Halloween is nearly here, and next week brings the even scarier reality of another presidential election, but for me this time of year always brings memories of another annual tradition: the Christmas catalog, or as they were officially known, “wishbooks.”
Many Octobers of my youth were spent poring through the pages of a Sears, JC Penney or Montgomery Ward catalog, marveling at color photos of toys and gadgets and jotting down lists for my parents and grandparents’ consideration.
Growing up in the boonies, I had limited shopping options, so those catalogs were a magical window into a larger world of choices, choices, choices. Who knew there were so many toys in the world? Not to mention so many possible colors of shag carpeting to cover your bathroom floor and toilet tank?
In those days, the big thrill came with a drive to Richmond and a visit to Sears, where the lawn and garden section was temporarily retired (who cuts the grass in December, anyway?) and filled with toys and bicycles and the like. But trips like that were rare, while the wishbooks were always an arm’s length away.
I recentlty found the site, wishbookweb.com, filled with digital versions of catalogs going all the way back to 1937. Looks like I’m late to the game, as it hasn’t been updated since 2017 and still uses a Flash player, but it’s been fun paging through these artifacts and remembering what it was like to read them as a kid.
In the clothing (is it even fair to call this “fashion”?) section of the 1975 Sears wishbook, there’s this painful reminder of my wardrobe as a 10-year-old. I had the green outfit in the middle, or one very much like it (it was green, anyway). I wore it with the sleeve cuffs turned back so I’d like just like Lee Majors as The Six Million Dollar Man. The great thing about Toughskins was that they stood up to abuse, so you could run and play in them, and running in slow motion like Steve Austin minimized the potential for grass stains. Nothing says “70s” like a leisure suit, and it was great that even elementary school boys could get in on the grooviness.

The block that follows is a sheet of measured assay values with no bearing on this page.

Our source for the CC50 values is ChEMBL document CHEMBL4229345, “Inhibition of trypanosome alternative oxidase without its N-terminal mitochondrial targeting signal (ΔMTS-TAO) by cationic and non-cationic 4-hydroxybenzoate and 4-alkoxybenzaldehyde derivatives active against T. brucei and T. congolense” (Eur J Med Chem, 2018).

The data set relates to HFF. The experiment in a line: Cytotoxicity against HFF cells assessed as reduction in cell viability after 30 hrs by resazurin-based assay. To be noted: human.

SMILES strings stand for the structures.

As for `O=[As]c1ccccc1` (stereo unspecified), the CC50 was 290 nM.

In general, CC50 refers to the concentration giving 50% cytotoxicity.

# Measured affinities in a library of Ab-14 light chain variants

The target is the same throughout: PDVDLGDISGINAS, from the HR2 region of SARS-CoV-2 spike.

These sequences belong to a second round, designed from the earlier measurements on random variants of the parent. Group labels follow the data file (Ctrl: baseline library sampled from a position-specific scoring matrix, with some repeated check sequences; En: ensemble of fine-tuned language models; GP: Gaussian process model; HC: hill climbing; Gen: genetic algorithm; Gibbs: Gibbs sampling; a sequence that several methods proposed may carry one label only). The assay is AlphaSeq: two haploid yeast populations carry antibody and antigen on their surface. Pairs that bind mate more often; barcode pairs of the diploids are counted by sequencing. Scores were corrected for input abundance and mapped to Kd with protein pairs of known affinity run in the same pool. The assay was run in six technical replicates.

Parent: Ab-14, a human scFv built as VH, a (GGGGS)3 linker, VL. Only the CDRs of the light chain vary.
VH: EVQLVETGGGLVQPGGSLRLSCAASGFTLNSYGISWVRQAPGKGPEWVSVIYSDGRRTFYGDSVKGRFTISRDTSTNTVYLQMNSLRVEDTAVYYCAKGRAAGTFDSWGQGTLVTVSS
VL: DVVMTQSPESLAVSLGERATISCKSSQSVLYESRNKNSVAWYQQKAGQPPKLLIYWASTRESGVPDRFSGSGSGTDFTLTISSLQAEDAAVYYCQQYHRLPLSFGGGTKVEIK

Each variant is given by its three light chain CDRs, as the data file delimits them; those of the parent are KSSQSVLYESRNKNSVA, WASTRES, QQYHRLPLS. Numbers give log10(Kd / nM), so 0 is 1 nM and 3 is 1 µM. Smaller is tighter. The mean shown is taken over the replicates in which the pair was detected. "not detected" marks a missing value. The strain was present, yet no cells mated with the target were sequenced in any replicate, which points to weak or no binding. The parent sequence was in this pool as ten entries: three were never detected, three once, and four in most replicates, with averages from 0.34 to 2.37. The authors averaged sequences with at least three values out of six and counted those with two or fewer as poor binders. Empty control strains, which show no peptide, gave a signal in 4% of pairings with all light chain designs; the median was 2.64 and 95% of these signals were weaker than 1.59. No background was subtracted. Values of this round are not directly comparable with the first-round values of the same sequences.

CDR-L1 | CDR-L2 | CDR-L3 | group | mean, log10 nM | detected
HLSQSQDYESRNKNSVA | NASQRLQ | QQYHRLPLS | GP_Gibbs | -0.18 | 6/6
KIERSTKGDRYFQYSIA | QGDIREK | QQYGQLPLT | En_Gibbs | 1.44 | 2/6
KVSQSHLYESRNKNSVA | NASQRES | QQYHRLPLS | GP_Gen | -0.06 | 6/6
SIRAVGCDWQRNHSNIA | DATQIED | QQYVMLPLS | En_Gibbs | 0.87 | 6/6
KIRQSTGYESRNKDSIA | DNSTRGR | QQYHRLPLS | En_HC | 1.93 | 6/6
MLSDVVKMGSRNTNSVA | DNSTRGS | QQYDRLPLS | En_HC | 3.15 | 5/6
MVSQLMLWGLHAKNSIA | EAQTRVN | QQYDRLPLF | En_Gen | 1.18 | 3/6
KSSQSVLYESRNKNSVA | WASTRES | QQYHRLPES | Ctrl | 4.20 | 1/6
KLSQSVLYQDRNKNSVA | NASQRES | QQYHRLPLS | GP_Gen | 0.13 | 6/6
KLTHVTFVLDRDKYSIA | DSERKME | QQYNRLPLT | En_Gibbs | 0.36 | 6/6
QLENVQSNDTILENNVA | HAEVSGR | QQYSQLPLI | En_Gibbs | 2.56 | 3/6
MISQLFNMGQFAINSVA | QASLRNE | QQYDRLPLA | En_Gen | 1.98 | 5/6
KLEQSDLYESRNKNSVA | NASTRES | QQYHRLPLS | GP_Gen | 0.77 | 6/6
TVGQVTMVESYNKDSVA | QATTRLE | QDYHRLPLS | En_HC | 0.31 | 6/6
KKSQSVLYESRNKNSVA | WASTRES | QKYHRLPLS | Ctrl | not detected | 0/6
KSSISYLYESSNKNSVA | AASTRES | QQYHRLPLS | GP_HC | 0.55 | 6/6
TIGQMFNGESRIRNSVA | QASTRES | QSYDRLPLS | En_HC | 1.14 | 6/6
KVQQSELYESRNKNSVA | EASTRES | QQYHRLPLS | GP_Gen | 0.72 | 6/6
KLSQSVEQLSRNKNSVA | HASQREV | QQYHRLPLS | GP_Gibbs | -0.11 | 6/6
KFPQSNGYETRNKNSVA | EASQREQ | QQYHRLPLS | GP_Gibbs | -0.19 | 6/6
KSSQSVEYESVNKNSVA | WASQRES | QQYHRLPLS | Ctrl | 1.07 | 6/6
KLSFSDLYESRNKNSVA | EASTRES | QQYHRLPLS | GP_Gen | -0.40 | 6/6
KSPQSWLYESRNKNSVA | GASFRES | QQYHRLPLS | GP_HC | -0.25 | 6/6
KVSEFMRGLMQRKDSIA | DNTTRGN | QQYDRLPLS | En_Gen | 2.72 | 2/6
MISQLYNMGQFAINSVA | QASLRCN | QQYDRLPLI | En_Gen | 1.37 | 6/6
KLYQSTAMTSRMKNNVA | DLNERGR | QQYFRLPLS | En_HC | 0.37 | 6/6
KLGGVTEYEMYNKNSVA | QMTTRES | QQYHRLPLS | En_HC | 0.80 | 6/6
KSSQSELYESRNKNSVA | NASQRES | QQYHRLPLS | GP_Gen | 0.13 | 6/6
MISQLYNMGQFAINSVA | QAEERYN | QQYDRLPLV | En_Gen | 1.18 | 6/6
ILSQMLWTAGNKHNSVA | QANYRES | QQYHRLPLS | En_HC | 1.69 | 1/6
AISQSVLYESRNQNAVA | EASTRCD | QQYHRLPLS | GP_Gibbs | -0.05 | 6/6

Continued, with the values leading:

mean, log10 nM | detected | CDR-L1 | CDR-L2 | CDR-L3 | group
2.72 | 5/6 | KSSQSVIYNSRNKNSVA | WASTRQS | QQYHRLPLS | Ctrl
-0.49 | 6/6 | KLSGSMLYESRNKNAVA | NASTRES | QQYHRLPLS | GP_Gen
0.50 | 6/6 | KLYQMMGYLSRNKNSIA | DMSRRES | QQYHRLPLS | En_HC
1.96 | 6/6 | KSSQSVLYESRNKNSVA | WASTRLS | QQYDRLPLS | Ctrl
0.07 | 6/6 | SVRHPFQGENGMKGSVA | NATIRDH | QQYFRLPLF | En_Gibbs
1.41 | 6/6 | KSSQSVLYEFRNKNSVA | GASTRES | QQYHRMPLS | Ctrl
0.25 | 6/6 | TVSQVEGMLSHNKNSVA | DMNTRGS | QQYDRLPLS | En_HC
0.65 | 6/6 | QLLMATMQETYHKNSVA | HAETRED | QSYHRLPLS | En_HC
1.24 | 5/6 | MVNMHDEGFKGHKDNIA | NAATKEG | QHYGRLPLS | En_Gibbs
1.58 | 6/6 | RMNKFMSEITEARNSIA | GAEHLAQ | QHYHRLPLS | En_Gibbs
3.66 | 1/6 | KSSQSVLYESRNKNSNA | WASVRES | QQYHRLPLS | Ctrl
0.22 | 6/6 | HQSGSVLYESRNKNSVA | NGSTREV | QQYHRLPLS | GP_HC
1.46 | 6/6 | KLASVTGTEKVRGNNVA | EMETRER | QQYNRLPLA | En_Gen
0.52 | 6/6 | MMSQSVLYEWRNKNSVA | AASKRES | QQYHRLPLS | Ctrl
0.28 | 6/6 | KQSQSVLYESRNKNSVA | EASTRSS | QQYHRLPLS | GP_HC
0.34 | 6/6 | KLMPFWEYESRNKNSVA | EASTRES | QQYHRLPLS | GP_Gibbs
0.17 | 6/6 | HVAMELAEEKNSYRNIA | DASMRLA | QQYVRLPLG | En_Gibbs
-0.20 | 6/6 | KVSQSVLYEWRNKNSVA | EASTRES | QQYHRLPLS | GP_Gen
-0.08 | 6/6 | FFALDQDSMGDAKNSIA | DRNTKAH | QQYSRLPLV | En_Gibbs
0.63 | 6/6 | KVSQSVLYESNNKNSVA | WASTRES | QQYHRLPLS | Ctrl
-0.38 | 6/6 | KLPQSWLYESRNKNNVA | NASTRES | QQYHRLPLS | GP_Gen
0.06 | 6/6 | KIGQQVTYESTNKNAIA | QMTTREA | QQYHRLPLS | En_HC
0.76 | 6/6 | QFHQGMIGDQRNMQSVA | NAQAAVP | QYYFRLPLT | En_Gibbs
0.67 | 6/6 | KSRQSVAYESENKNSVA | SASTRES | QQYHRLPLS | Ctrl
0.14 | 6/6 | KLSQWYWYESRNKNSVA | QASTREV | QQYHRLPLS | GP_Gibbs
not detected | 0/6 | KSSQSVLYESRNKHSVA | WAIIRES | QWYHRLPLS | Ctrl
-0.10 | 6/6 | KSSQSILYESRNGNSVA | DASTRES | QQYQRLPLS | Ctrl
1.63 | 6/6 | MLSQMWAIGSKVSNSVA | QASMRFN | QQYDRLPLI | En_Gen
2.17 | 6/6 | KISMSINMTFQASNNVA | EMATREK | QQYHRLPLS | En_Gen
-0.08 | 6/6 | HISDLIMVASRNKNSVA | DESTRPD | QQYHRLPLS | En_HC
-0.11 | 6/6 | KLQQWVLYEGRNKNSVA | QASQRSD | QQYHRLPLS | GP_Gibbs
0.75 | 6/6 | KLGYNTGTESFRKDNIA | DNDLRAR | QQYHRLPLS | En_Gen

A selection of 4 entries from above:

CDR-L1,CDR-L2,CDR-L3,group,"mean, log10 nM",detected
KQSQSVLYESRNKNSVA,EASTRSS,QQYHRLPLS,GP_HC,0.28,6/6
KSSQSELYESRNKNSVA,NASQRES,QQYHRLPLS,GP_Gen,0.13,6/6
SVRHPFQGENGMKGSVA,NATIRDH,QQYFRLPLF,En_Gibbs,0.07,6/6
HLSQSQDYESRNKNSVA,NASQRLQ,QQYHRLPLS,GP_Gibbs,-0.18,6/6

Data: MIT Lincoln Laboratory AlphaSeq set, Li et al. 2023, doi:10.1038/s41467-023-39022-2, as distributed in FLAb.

For the grown-up leisure suit wearers, there were digital watches, quite the status symbol as I recall. Look at the size of those monsters; if you think smart watches are behemoths, consider that these things took up just as much real estate on your wrist and the only thing they showed was the time. Or if you hit a button, maybe it would change to the date. I remember a brainy teenager who had a watch where you had to push a button get the time to display. He took it apart and somehow modified it so it would show the time when he flexed his wrist. That was cool, but still not enough to justify the price difference between these and my trusty Mickey Mouse analog watch. According to the inflation calculator, $69.95 translates to $338.41 in today’s dollars, so these were not for dabblers.
The sheer volume of NFL-themed merchandise in the catalogs was always so impressive it made me wish I gave a damn about football. Just look at all the cool crap I could be accumulating if I had a sports fixation. Hats, shirts, jackets, scarves, clocks, banks, lamps, blankets, bedsheets, you name it; if it was big enough to slap on a team logo, the NFL was there. I remember studying the color schemes and logos, trying to decide which one I could adopt as “my team.” Maybe the Raiders, with that pirate-looking guy? Except black and silver wasn’t very exciting. I liked the Vikings’ purple, but the horns were too “generic” somehow. The Jets’ green was just fugly. Green Bay’s colors were okay, but what the heck was a “packer”? The Steeler’s colors were okay, but I didn’t dig the “sparkles,” and anyway everyone around me hated the team, so it wasn’t worth the risk. Eventually I realized picking a favorite team based on colors and logos is not the way it’s done, and regardless of how spiffy a jacket I got out of it, it’s not like I’d be any more likely to sit down every weekend and watch 20 minutes of action crammed into a four-hour game. So I moved on.